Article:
[arch-general] Arch Linux security is still poor....
allan at archlinux.org
Mon Mar 15 22:59:56 CET 2010
On 16/03/10 07:43, Ananda Samaddar wrote:
> On Tue, 16 Mar 2010 07:29:45 +1000
> Allan McRae<allan at archlinux.org> wrote:
>> As an aside, I would like to see some numbers on where we could
>> improve in this area. I have been following the CVE announcements
>> and several other distros security releases for the past few months
>> and from what I see, I believe Arch is mostly ahead of the game.
>> Following the latest upstream releases has its advantages.
> This may be true in the sense that by using the latest packages we are
> incorporating security fixes as they are released by default. I take
> issue with the fact that there's no dedicated team and nothing in place
> to deal with security alerts.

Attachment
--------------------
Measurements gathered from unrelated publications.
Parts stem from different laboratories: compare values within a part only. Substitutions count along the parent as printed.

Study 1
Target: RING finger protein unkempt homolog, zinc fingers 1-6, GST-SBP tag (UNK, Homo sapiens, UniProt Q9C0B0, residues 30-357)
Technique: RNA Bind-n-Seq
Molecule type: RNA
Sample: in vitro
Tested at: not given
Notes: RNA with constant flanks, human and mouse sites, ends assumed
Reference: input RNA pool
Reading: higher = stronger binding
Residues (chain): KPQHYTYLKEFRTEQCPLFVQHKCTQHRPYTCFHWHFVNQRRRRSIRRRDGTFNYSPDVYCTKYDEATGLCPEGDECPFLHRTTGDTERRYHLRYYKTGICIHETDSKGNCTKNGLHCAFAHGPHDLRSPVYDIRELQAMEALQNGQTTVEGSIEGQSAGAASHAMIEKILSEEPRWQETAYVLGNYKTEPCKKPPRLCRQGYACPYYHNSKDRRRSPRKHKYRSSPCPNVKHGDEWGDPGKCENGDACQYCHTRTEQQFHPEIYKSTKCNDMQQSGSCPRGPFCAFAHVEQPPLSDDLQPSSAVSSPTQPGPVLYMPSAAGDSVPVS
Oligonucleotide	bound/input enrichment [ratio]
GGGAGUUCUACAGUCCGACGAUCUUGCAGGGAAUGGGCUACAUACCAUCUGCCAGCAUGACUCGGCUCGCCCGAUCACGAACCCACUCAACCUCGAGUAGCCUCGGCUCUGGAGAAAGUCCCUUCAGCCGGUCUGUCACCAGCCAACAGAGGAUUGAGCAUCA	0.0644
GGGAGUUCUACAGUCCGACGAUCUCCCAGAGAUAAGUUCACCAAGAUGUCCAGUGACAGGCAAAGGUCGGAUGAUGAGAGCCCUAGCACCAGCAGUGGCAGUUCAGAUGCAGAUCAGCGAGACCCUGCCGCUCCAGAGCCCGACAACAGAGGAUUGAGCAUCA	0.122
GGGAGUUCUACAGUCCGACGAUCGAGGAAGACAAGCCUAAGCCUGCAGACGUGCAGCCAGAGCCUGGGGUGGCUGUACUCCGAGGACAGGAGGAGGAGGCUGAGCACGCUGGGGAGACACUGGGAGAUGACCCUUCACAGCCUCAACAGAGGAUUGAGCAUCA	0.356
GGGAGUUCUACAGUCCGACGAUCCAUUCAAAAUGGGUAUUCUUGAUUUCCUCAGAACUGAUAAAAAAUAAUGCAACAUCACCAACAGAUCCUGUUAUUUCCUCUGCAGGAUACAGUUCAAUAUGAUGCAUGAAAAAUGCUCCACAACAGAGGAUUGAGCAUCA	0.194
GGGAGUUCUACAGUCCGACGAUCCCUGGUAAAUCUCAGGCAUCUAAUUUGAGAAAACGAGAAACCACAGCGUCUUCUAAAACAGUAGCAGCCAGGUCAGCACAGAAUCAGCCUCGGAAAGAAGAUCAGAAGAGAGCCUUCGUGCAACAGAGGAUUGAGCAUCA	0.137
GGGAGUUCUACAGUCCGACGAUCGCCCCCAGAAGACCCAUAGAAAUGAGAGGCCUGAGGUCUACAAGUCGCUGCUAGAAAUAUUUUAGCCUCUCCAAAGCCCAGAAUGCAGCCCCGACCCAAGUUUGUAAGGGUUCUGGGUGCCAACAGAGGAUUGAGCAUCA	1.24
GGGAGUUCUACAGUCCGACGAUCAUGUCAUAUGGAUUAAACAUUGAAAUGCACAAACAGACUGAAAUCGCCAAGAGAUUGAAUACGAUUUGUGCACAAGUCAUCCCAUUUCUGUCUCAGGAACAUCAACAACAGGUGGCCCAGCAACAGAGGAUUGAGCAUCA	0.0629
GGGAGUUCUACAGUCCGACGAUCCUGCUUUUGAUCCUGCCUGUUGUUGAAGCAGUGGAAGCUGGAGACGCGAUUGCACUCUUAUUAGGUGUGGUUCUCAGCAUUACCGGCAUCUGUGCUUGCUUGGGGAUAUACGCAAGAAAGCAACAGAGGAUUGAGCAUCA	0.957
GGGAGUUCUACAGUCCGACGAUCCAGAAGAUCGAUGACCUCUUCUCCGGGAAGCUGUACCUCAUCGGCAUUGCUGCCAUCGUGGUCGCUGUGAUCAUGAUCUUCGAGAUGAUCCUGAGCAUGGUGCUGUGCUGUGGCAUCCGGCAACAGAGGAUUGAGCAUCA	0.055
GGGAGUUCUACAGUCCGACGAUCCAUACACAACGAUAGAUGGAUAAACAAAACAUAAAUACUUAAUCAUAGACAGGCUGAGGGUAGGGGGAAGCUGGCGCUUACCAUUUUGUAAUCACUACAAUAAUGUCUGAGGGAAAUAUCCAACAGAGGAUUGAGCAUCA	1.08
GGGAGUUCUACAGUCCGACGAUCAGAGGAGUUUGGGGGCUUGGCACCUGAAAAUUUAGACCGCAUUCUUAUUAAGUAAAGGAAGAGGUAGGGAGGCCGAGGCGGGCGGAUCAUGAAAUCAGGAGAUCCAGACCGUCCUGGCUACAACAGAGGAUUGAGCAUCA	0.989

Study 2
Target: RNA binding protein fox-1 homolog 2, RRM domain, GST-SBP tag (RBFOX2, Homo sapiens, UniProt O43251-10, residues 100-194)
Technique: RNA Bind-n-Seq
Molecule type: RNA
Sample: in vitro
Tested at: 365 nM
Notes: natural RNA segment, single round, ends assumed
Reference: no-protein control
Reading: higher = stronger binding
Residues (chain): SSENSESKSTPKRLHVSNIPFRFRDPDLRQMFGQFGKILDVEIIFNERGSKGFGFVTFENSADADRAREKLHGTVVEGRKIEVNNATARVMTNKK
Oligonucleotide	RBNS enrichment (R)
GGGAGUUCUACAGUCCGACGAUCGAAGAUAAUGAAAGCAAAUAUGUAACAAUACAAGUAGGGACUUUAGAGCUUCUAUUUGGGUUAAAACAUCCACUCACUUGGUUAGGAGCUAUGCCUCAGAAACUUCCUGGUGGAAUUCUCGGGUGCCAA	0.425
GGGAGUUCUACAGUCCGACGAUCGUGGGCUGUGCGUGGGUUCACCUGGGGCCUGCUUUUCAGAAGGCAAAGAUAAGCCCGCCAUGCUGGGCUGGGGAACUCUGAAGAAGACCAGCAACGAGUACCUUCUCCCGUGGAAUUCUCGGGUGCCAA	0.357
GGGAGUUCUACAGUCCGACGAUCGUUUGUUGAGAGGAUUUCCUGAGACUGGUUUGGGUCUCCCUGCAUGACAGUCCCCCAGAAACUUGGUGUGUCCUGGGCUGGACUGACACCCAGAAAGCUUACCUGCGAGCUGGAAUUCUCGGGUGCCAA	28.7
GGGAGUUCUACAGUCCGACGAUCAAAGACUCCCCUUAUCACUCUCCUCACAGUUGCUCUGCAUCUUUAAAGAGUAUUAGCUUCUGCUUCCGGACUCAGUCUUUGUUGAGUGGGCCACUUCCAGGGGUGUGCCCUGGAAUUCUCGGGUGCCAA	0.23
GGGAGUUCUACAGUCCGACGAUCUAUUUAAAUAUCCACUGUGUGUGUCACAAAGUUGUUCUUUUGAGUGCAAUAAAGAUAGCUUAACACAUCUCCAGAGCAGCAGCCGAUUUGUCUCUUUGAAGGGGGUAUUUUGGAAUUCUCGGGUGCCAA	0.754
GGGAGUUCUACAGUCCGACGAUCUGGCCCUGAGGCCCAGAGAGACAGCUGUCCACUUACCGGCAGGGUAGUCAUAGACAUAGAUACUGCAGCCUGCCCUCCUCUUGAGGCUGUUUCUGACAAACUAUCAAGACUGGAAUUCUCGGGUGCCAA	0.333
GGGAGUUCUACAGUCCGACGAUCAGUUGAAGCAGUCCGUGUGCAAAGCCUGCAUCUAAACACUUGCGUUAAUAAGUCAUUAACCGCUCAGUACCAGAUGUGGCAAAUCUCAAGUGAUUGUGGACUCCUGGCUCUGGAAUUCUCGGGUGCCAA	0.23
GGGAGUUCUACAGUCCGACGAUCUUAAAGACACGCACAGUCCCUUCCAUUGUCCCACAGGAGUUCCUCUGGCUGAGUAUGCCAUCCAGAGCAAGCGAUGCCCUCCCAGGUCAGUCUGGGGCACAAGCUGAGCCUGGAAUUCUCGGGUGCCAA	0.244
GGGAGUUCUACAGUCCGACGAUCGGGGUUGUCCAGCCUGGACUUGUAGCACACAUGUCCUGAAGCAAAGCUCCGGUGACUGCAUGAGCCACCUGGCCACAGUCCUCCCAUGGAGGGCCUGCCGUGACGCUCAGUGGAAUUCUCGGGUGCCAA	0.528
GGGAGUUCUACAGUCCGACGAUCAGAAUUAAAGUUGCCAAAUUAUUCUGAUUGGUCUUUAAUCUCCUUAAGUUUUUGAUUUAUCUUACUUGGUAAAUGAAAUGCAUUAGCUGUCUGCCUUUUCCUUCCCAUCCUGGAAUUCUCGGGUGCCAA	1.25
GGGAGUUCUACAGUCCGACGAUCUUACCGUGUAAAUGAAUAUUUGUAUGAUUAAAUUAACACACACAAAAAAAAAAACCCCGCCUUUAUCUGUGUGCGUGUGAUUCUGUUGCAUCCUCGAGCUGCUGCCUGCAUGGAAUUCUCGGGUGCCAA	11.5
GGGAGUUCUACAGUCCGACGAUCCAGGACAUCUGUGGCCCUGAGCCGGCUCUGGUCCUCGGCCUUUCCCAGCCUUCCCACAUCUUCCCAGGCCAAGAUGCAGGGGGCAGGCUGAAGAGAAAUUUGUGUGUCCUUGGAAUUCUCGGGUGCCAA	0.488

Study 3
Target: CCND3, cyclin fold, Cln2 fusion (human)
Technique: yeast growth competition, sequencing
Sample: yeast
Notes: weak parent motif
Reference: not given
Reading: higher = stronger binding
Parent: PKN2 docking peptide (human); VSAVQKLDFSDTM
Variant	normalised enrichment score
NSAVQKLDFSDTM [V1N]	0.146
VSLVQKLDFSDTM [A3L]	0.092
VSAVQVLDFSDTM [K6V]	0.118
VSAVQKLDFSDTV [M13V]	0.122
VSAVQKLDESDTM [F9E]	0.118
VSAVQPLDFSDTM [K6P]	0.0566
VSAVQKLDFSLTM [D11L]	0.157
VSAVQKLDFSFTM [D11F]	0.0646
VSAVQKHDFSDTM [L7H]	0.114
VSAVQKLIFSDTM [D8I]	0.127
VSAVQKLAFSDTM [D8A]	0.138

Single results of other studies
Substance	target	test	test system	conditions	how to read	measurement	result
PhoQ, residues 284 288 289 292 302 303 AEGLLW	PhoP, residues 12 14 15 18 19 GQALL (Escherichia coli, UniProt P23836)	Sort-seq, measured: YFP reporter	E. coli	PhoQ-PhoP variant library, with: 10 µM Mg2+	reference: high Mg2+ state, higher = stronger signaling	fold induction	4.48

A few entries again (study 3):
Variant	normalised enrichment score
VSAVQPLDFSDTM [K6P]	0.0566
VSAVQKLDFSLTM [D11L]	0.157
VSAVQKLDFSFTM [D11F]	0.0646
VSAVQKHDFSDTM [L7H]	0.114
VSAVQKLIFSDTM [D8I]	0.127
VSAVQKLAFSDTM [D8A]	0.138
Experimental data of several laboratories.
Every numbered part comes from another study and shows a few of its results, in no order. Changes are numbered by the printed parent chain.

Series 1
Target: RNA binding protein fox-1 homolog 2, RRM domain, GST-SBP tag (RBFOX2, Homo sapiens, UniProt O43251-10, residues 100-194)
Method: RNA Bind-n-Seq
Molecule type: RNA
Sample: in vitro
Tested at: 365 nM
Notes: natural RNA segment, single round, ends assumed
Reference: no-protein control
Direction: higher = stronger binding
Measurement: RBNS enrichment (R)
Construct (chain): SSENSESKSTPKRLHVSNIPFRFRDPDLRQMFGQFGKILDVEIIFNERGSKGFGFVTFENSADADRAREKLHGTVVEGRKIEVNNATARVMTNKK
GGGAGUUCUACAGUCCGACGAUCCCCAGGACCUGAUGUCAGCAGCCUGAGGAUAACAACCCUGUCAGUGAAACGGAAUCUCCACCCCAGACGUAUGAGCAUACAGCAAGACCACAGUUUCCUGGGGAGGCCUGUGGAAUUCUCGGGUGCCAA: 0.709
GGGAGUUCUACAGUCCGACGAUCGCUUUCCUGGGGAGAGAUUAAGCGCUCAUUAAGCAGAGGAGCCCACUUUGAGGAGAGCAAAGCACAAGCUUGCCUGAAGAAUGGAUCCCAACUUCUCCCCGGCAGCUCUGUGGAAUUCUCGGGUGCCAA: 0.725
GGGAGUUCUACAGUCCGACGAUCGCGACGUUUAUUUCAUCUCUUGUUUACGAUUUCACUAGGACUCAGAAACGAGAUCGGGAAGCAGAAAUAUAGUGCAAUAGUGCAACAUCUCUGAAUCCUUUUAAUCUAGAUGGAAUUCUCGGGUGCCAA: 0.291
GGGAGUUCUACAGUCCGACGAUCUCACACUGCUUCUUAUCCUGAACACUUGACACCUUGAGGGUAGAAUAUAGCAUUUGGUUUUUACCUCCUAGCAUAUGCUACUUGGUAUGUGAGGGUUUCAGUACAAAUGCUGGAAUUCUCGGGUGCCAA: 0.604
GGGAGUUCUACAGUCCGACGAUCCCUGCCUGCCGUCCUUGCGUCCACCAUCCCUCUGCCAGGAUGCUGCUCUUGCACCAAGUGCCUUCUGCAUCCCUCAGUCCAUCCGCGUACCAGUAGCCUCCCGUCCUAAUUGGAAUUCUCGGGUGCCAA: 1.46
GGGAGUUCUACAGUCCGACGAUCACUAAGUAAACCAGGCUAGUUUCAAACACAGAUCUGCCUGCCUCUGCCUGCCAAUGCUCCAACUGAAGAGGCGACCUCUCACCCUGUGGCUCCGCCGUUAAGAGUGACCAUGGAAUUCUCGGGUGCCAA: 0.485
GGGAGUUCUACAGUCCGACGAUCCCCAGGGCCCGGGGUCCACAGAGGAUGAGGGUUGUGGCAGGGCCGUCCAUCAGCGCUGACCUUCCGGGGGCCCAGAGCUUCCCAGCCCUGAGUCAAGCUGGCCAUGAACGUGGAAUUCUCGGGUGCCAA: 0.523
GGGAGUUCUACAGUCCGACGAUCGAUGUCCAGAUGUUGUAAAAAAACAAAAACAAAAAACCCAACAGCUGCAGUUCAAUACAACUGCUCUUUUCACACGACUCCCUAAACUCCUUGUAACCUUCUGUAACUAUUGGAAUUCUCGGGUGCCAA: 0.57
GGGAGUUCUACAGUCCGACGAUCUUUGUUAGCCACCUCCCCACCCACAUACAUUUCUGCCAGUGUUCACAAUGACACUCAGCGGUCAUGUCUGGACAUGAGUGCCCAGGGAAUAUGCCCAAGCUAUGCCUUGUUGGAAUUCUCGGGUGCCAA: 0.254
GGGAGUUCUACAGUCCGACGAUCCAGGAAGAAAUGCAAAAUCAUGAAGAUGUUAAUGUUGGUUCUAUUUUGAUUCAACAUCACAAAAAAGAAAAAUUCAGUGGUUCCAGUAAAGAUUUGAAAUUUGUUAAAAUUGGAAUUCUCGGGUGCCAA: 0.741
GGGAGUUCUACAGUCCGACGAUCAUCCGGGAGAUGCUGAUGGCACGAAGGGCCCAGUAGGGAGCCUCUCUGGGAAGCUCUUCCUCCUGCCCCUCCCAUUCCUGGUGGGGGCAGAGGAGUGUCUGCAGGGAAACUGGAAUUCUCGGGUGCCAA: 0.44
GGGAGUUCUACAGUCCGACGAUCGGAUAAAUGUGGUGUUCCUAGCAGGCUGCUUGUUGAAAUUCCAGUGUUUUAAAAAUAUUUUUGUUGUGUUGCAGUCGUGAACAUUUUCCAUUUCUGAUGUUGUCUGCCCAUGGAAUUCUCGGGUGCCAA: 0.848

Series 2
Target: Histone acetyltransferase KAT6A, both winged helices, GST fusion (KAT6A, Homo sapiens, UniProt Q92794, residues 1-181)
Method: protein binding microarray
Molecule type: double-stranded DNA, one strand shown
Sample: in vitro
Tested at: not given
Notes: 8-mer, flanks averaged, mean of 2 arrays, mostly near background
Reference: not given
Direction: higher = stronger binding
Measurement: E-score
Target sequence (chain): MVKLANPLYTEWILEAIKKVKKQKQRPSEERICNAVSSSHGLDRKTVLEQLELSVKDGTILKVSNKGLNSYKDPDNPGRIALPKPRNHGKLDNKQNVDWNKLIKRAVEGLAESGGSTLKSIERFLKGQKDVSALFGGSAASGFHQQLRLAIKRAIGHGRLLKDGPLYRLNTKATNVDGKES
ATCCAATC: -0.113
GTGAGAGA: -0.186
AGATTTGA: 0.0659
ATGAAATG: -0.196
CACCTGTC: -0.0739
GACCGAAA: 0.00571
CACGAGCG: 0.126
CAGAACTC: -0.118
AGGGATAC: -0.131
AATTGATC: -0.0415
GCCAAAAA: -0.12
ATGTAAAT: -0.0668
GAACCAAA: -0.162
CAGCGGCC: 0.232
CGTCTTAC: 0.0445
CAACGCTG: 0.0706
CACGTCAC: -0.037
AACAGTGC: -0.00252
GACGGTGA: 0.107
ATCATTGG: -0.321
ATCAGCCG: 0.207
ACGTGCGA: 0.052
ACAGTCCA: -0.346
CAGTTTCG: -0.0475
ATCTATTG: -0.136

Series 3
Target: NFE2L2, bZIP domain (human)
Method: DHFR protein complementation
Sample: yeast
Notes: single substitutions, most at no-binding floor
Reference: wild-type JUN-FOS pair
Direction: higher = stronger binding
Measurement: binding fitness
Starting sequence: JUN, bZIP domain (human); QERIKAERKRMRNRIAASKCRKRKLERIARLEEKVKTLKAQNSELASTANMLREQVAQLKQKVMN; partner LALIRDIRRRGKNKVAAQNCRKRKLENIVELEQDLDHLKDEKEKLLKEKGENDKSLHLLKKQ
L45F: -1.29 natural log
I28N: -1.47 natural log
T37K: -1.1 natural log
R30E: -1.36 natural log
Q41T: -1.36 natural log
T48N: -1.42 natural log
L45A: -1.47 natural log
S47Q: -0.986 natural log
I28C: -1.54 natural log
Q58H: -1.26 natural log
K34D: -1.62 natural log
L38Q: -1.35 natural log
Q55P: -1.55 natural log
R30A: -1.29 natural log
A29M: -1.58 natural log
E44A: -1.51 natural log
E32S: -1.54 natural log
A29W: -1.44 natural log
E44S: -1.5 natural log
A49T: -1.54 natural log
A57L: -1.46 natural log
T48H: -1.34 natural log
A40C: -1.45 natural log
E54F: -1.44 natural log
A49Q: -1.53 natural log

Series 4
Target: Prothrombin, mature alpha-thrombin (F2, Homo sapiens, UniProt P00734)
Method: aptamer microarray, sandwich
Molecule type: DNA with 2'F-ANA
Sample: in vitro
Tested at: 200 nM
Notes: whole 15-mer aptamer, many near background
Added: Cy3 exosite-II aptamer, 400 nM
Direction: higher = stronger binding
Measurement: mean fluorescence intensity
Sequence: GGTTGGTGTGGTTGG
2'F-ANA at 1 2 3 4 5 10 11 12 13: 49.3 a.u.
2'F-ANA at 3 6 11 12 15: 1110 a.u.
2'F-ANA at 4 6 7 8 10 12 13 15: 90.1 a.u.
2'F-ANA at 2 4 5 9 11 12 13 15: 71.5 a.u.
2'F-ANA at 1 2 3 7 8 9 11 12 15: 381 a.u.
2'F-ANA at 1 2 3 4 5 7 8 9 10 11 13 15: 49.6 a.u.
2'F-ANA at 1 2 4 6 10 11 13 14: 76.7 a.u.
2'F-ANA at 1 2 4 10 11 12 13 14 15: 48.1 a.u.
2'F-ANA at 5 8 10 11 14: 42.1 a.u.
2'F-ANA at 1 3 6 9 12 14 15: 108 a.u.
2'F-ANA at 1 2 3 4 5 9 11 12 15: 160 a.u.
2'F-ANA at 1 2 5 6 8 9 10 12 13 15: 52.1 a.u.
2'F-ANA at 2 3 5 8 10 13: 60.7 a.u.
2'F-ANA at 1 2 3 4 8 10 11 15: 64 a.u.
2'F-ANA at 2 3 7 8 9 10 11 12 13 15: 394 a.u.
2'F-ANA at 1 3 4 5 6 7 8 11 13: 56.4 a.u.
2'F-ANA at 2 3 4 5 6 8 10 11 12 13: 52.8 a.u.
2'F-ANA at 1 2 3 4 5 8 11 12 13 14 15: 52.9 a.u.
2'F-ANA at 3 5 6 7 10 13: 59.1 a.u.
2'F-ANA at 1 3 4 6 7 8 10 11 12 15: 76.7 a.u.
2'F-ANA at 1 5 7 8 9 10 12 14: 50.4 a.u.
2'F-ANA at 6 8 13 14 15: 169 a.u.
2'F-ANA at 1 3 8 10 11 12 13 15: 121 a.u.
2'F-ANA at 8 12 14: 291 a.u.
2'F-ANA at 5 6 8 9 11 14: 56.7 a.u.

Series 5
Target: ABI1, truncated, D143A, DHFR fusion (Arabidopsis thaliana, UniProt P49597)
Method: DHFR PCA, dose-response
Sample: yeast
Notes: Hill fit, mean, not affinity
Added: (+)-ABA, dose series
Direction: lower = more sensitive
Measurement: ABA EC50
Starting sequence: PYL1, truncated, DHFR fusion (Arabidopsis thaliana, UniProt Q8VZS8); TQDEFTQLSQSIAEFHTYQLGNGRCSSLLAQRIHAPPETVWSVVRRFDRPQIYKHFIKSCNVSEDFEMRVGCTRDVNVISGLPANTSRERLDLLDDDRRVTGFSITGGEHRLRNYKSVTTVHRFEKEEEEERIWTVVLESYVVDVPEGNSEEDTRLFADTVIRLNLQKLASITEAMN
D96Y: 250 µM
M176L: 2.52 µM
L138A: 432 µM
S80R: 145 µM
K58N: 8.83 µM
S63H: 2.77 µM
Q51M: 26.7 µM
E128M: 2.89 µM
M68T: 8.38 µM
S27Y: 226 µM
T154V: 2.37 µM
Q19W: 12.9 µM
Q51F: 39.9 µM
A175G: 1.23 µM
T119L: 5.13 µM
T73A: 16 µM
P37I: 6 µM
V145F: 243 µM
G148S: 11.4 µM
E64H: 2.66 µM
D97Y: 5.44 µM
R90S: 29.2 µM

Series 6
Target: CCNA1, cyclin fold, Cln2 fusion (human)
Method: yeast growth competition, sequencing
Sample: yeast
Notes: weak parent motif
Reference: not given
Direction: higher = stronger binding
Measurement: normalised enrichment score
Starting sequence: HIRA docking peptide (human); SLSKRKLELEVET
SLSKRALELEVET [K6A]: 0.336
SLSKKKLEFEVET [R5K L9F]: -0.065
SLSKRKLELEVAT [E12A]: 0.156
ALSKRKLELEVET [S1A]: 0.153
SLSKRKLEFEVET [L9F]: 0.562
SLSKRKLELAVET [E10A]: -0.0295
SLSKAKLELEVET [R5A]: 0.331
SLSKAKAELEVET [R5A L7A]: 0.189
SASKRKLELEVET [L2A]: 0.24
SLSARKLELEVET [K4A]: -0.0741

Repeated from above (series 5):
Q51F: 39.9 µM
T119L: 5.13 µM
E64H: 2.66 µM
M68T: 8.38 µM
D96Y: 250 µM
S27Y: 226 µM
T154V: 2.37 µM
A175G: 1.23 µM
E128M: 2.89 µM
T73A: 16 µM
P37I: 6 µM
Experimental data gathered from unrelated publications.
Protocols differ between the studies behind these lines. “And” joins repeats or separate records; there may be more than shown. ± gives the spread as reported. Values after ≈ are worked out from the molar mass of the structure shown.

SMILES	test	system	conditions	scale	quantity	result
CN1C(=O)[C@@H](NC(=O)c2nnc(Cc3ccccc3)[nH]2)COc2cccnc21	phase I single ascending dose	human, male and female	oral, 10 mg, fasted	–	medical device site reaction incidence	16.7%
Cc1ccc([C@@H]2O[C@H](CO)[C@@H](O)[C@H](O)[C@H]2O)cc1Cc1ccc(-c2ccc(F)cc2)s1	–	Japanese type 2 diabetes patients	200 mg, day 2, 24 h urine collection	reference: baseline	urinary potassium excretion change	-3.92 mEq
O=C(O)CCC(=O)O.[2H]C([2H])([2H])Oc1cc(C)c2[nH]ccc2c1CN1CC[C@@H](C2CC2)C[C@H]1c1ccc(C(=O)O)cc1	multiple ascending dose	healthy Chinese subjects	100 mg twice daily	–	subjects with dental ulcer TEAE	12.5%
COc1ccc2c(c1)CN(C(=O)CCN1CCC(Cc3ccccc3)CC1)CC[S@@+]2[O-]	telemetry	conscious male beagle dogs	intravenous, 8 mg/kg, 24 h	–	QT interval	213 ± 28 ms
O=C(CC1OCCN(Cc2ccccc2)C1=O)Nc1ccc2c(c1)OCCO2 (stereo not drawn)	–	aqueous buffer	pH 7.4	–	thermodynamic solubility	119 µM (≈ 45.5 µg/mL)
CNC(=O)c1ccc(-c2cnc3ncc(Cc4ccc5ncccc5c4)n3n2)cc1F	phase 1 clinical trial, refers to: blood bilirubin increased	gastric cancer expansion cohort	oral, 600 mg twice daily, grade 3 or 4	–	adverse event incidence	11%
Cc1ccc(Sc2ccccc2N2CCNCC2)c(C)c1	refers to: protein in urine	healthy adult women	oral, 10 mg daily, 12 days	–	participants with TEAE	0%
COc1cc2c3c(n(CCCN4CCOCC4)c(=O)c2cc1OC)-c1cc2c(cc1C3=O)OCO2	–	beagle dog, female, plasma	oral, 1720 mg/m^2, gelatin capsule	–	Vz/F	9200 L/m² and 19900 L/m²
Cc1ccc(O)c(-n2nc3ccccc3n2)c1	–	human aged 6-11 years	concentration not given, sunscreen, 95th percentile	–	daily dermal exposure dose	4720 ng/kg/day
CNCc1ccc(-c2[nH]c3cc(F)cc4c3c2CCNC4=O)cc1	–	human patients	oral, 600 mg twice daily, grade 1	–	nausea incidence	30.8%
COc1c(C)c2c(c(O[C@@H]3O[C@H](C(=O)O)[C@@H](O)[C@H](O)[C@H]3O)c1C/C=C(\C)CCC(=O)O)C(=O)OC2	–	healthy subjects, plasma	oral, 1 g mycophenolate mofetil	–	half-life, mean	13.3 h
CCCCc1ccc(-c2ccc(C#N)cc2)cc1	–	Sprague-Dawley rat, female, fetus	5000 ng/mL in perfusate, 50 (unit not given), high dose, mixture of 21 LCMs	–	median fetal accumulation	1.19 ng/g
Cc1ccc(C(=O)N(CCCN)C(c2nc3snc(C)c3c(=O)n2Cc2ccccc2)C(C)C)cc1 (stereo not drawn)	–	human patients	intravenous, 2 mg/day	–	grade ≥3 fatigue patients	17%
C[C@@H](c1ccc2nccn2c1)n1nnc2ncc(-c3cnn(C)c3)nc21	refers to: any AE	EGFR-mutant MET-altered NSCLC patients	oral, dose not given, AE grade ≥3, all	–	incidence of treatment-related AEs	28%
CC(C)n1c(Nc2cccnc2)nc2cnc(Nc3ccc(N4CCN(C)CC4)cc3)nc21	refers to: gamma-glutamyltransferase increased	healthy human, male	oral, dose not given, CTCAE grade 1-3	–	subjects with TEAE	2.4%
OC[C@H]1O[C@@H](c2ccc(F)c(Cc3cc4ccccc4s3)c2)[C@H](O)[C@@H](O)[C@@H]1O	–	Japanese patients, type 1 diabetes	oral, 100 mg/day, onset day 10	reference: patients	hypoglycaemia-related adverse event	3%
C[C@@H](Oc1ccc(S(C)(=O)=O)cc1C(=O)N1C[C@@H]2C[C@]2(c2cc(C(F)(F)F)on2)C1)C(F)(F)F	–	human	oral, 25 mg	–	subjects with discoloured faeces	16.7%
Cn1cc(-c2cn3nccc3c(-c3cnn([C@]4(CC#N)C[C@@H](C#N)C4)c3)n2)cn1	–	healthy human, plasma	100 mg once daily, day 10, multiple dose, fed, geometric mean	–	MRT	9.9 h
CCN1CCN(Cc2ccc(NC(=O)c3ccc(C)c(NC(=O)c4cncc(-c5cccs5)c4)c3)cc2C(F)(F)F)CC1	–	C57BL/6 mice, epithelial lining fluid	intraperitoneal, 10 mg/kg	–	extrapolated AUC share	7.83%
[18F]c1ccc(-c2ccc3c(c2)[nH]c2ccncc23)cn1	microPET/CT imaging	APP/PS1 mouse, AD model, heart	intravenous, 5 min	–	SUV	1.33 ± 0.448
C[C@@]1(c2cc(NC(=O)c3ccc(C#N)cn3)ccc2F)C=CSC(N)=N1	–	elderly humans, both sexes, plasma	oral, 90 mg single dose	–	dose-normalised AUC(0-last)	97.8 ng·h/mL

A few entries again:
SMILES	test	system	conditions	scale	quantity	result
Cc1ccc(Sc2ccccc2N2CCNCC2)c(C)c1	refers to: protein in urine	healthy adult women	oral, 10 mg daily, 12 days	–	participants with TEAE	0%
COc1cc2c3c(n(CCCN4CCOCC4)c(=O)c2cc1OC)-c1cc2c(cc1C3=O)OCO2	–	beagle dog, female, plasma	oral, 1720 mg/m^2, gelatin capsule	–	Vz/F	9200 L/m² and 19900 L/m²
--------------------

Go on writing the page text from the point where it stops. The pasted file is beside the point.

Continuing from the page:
There is no dedicated team, but as I said, we appear to be mostly ahead
of the game in this respect. I would be interested to see how many
packages suffer from security issues that we miss.
> The other issue being the lack of signed packages.
Providing code is the way to fix this. There is a good start that has
been made and it mostly needs someone dedicated to finish it off.
> I don't know how much of a problem this is for other Arch
> Would there be any enthusiasm for a dedicated security team? I feel
> strongly enough about it that if something can't be done then I'm
> switching to another distro. Despite the fact that I really like Arch,
> it's one deficiency is a pretty glaring one in my opinion. I hope this
> doesn't turn into a flamefest and my opinions are by no means meant to
> be a slight on the Arch devs or community.
Sure there is enthusiasm for such a venture, at least judging by how
many times this has been bought up in the past. I think one or two of
those times an actual project started up but then died. So it appears
enthusiasm yes, continual motivation no (at least up until now...).
And, this is a great candidate for a community project. A group could
monitor security issues and file bugs to get the devs to fix them. This
is the way all Arch projects start and if they are useful, they may get
taken on board and made official.
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